WordPress Hacks: What Not To Do

WordPress HacksWe've said it so many times here on the blog: it is vital, whether on your WordPress site or your shared hosting account, to perform software updates. Beyond vital.

And recent news underscores the importance of this. Outdated versions of WordPress allowed hackers to launch DDoS attacks from a total of 569 separate WordPress blogs. Hackers launched this DDoS attack by hacking into only a few servers.

Easy = Vulnerable

It is the very nature of WordPress that makes it so vulnerable. It's so easy to use, and that means users who might not have any IT experience whatsoever are managing a website or blog.

Because they have no clue as to best practices, they don't update their software when an update becomes available, and they certainly don't have a strong password or unique username. These two problems alone add up to vulnerabilities that can cause a catastrophe.

WordPress Hacks: The Importance Of Updates

There are many out there that ignore updates, putting them off until they “have the time to install them.” This is extremely unwise. While some updates fix simple bugs or add some form of new functionality, there are those updates that fix critical security flaws.

These hackers are banking on you NOT performing the update, leaving the door wide open for them to use your website for malicious DDoS attacks. Don't be a victim! Update, update, update!

WordPress Hacks: What Else Can You Do To Protect Yourself?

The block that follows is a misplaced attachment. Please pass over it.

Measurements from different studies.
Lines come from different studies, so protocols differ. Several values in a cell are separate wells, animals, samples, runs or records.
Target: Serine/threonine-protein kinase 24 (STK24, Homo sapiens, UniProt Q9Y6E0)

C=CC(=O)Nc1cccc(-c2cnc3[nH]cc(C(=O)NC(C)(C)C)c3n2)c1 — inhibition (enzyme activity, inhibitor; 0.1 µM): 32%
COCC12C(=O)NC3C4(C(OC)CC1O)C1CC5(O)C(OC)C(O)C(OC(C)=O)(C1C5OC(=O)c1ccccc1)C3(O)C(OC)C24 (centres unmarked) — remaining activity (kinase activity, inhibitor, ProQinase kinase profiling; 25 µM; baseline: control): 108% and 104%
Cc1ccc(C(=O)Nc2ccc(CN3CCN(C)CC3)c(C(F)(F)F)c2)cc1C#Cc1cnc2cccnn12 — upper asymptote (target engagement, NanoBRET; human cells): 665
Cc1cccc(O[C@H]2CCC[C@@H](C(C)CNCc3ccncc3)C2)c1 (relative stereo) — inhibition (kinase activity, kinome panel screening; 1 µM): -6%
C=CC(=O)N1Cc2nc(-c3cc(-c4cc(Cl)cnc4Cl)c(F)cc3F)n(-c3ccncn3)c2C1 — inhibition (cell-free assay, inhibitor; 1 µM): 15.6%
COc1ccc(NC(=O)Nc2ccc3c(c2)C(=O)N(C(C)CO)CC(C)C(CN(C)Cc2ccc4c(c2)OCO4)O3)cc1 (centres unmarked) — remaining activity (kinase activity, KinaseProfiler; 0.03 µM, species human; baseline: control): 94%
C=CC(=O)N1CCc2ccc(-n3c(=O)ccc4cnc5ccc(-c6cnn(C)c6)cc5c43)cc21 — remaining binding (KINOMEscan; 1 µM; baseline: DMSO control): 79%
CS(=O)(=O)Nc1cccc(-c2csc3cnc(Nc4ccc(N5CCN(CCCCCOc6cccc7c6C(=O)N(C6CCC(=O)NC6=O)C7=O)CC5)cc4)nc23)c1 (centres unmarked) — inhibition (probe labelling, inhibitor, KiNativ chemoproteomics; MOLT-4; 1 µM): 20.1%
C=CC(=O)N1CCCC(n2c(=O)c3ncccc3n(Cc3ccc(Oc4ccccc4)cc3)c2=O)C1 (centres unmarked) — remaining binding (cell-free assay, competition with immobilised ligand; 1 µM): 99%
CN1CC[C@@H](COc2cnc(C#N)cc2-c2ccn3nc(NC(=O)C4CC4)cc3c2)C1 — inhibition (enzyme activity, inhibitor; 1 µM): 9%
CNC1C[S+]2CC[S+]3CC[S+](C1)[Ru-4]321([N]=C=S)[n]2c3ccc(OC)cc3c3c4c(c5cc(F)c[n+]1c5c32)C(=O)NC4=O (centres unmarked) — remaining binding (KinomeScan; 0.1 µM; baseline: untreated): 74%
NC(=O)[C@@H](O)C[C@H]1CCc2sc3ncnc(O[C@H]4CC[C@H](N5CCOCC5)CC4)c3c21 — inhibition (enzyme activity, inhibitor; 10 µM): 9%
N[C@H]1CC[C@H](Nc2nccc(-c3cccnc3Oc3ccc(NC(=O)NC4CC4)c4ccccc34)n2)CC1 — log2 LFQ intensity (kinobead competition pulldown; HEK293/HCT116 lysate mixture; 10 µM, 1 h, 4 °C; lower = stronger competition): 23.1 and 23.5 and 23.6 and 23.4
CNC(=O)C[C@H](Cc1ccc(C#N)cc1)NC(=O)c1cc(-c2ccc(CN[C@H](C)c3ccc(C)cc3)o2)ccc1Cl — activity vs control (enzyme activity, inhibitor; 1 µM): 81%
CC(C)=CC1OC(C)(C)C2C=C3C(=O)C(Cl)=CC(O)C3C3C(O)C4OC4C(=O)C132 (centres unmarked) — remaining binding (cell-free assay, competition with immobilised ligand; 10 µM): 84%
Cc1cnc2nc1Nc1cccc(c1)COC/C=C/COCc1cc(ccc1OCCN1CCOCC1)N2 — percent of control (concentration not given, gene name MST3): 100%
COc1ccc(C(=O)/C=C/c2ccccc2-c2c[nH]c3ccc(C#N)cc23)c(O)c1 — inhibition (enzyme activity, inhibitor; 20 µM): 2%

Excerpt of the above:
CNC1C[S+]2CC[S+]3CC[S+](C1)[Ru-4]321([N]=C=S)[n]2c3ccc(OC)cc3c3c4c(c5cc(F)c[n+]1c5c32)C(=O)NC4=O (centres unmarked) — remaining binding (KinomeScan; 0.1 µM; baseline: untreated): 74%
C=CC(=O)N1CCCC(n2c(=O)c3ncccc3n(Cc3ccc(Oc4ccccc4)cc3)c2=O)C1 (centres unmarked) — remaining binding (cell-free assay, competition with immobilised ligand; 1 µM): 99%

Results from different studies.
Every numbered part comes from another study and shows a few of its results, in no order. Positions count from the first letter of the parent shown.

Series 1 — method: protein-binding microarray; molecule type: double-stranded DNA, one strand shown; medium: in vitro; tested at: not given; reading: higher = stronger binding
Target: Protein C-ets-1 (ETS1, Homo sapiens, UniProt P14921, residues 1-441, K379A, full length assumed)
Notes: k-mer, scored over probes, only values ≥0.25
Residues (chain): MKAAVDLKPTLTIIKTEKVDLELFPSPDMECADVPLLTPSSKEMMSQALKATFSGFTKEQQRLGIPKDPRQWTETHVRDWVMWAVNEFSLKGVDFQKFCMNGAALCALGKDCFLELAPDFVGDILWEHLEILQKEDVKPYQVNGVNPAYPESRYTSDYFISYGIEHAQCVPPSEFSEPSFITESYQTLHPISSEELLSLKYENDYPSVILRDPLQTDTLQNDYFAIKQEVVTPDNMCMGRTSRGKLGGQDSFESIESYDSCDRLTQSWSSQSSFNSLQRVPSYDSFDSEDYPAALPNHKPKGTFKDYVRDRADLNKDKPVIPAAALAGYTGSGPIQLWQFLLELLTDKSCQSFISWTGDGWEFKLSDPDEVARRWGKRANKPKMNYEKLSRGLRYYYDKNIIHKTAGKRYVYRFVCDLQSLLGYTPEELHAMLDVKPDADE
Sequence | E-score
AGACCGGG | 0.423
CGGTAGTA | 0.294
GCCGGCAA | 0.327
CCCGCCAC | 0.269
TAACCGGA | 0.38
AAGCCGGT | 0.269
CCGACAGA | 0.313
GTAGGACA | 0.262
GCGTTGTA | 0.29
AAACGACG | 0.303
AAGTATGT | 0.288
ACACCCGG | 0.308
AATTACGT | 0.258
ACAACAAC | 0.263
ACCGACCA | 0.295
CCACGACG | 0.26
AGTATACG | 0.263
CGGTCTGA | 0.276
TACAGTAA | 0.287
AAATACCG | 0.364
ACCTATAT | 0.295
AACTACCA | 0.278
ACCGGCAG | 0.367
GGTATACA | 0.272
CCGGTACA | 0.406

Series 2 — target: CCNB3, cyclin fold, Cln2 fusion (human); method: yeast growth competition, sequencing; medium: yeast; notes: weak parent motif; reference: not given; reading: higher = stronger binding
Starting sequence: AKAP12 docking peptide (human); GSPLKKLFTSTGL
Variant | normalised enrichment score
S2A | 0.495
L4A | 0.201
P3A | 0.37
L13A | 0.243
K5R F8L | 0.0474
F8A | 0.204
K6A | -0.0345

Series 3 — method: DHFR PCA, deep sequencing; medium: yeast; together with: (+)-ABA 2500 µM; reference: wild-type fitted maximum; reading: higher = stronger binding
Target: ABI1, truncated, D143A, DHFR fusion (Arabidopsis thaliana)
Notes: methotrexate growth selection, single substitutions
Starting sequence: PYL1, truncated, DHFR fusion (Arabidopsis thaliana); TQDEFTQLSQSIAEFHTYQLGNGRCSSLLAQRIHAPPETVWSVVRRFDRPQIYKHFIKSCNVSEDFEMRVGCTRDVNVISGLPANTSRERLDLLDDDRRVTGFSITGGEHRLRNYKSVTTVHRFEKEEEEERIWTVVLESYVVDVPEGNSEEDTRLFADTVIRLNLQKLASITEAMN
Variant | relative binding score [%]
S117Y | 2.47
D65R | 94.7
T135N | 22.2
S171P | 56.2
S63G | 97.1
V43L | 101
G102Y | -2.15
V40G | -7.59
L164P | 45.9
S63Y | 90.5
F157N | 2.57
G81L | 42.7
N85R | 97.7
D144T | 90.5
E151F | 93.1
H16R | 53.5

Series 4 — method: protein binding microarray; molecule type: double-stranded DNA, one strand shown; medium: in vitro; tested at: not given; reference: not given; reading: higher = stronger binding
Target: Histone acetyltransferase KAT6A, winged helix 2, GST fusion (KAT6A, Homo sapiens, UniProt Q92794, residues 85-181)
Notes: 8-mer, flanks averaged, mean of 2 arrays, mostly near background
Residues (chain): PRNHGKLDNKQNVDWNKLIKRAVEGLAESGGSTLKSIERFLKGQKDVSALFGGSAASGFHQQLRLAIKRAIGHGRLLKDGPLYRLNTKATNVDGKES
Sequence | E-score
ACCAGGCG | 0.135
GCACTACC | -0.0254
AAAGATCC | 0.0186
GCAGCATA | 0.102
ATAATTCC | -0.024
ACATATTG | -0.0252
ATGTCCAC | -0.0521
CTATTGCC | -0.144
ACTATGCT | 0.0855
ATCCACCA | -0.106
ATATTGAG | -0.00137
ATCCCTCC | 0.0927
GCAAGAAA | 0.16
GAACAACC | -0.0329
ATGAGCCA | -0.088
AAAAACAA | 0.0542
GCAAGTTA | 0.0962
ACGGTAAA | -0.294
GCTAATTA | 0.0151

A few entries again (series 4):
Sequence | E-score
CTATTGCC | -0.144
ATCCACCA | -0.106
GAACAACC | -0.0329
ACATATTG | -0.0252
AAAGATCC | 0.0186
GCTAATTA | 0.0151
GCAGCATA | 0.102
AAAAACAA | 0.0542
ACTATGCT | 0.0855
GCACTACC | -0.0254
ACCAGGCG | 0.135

• Get creative with your username. Do you know the number of people that keep the username “admin?” It's almost ridiculous. Don't use your name, either. Try to get creative. Do you like butterflies and the color purple, and have a favorite number? PurpleButterFly is a good one, incorporating that number in there somewhere.
  • Passwords should be strong. So you capitalized a random letter and threw a number in there. Great, but it's still hackable. A strong password is a random string of characters that makes no sense, like X*!/feZ90(# or something else involving multiple character types. In this way, you make the likelihood someone is going to guess that password slim to none.
  • Change your password periodically. While your password might be strong, you should change your password every now and again, like biweekly or monthly. Just to be safe.
  • Update plugins. It isn't just WordPress itself that needs to be updated! Those plugins must also be done in order to maintain the utmost level of security.

Is your WordPress site up to date?

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